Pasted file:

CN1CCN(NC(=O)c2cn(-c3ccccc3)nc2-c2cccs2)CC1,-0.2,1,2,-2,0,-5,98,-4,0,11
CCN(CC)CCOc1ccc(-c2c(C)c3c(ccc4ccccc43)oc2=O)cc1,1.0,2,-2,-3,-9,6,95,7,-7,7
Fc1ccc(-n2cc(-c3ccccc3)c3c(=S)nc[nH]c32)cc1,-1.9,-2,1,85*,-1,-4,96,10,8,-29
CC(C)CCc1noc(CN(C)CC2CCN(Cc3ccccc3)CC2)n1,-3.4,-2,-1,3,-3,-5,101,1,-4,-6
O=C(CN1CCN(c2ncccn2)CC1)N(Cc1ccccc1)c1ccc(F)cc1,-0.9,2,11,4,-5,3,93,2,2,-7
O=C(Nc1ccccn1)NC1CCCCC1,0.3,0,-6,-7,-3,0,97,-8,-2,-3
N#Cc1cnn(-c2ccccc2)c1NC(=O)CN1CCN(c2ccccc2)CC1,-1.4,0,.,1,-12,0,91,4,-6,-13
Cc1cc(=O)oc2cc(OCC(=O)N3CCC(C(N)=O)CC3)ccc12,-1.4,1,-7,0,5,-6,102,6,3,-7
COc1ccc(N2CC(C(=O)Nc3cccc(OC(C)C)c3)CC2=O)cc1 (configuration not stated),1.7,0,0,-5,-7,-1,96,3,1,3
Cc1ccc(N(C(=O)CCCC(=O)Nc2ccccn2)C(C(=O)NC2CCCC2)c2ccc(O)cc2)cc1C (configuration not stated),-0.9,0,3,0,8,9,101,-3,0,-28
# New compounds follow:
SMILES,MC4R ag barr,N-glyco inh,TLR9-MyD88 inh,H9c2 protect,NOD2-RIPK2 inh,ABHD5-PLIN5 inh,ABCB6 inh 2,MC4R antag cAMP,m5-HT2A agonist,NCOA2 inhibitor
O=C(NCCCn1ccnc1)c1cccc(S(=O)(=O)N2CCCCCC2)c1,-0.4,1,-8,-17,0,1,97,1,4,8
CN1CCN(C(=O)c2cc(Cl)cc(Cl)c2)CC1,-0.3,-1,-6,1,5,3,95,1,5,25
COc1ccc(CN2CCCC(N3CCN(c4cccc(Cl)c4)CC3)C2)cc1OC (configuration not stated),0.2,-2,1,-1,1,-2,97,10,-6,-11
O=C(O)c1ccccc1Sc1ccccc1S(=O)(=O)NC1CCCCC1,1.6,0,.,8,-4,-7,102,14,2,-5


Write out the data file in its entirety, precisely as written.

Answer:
CN1CCN(NC(=O)c2cn(-c3ccccc3)nc2-c2cccs2)CC1,-0.2,1,2,-2,0,-5,98,-4,0,11
CCN(CC)CCOc1ccc(-c2c(C)c3c(ccc4ccccc43)oc2=O)cc1,1.0,2,-2,-3,-9,6,95,7,-7,7
Fc1ccc(-n2cc(-c3ccccc3)c3c(=S)nc[nH]c32)cc1,-1.9,-2,1,85*,-1,-4,96,10,8,-29
CC(C)CCc1noc(CN(C)CC2CCN(Cc3ccccc3)CC2)n1,-3.4,-2,-1,3,-3,-5,101,1,-4,-6
O=C(CN1CCN(c2ncccn2)CC1)N(Cc1ccccc1)c1ccc(F)cc1,-0.9,2,11,4,-5,3,93,2,2,-7
O=C(Nc1ccccn1)NC1CCCCC1,0.3,0,-6,-7,-3,0,97,-8,-2,-3
N#Cc1cnn(-c2ccccc2)c1NC(=O)CN1CCN(c2ccccc2)CC1,-1.4,0,.,1,-12,0,91,4,-6,-13
Cc1cc(=O)oc2cc(OCC(=O)N3CCC(C(N)=O)CC3)ccc12,-1.4,1,-7,0,5,-6,102,6,3,-7
COc1ccc(N2CC(C(=O)Nc3cccc(OC(C)C)c3)CC2=O)cc1 (configuration not stated),1.7,0,0,-5,-7,-1,96,3,1,3
Cc1ccc(N(C(=O)CCCC(=O)Nc2ccccn2)C(C(=O)NC2CCCC2)c2ccc(O)cc2)cc1C (configuration not stated),-0.9,0,3,0,8,9,101,-3,0,-28
# New compounds follow:
SMILES,MC4R ag barr,N-glyco inh,TLR9-MyD88 inh,H9c2 protect,NOD2-RIPK2 inh,ABHD5-PLIN5 inh,ABCB6 inh 2,MC4R antag cAMP,m5-HT2A agonist,NCOA2 inhibitor
O=C(NCCCn1ccnc1)c1cccc(S(=O)(=O)N2CCCCCC2)c1,-0.4,1,-8,-17,0,1,97,1,4,8
CN1CCN(C(=O)c2cc(Cl)cc(Cl)c2)CC1,-0.3,-1,-6,1,5,3,95,1,5,25
COc1ccc(CN2CCCC(N3CCN(c4cccc(Cl)c4)CC3)C2)cc1OC (configuration not stated),0.2,-2,1,-1,1,-2,97,10,-6,-11
O=C(O)c1ccccc1Sc1ccccc1S(=O)(=O)NC1CCCCC1,1.6,0,.,8,-4,-7,102,14,2,-5